A few days ago, the SoftwareDevTools.com team wrote a post on Medium about 3 agile ways to kickstart the year. I shared the post on several Slack groups to get some feedback and some people were interested in the dynamic our team uses to enhance its internal processes.
Our core focus from the early days is to make tasks easily digestible for each member of the team, so they understand how their work will impact the product being built. Having consensus of what needs to be done to achieve the goals of the area/group/team is a way to empower every individual in the organization.
Having priorities is the first step in the enhancement of internal processes as is assigning the team that will be in charge of proper follow up as well as executing action items.
Priority is the name of the game.
So much of this communication happens in several mediums, but eventually, one member will take ownership of the opportunity and assemble a group to seize it. Giving the task due priority is not a small job because there are many elements in place that need to be considered.
One method which we took from this post by Sathish Chander in his brilliant essay titled 9 Machiavelli’s Advice for Better Decisions and his follow up post: Effective Prioritization, where he grabs the ROI Formula to accommodate to a product development cycle. Our team uses it to gauge the importance of implementing new procedures or change existing ones.
So we look at each scenario with 4 needs in mind:
There is also a Google Spreadsheet that can be a handy resource if your team is distributed and everyone can weigh in about each specific need. When our development team gets together and reviews each feature or task request they can estimate the effort needed in the technical aspect. We normally use our PlanningWith.Cards HipChat add-on.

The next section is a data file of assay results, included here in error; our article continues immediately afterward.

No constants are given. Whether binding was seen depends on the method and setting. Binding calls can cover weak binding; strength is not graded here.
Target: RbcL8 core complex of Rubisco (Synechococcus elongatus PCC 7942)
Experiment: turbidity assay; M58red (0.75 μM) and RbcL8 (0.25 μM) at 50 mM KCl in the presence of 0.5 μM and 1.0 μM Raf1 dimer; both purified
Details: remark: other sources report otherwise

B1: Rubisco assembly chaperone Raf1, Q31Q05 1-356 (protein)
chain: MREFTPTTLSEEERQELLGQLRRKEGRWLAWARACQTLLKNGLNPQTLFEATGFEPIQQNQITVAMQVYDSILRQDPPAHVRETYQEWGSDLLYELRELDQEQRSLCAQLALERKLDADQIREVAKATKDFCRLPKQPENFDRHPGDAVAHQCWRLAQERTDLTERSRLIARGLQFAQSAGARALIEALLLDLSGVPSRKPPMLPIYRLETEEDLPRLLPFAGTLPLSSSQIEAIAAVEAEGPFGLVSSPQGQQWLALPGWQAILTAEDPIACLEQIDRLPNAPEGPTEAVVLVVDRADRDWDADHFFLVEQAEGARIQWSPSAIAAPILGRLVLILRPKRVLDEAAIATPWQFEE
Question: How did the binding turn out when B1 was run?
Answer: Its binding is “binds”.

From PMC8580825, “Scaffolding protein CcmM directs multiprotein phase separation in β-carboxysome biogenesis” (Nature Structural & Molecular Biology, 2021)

For those that are part of bigger teams, we also suggest the Scrum Poker Add-on for Confluence which takes the sting of having remote individuals participating in the estimates.
Listing at least the top ten priorities for enhancements will make it much easier to put the rest of the items on the board on hold and talk with stakeholders about the dynamic the team went through, but more importantly, the reasons they made those choices based on all four needs of the process being changed or updated.
Executing & follow up on action items — Leadership teams
There are some key components that your team can replicate to make this transition and create better internal processes. One of them is to form what’s known as a Leadership Team.
A Leadership Team (LT) means that anyone in the organization can get together to work in executing a plan to address an issue. This can be done in a very simple manner — just send an email to the organization.
For organizations that are more hierarchical, this might pose a challenge, but LT’s are formed around the idea of enhancing any aspect of the organization which can be a benefit to all. So it might not be so difficult to implement.
This group of individuals comes up with the solution to enhance any type of aspect of an organization or team. Individuals suggest several solutions and then the team then decides which approach will make a meaningful impact; which might focus on the clients/users, the business of the company or an internal improvement for the organization. They get together to find the best approach and looking for meaningful impact for users, business or the organization.
The main element of this approach to problem-solving is to simply trust the team in the best interest of the organization.
If you would like a deeper explanation, we invite you to look at this post from Juan Melo — Understanding Culture and leadership teams.
Let us know if there is anything else you would like to know about LT’s and priorities. We’ll be happy to elaborate in another follow-up post.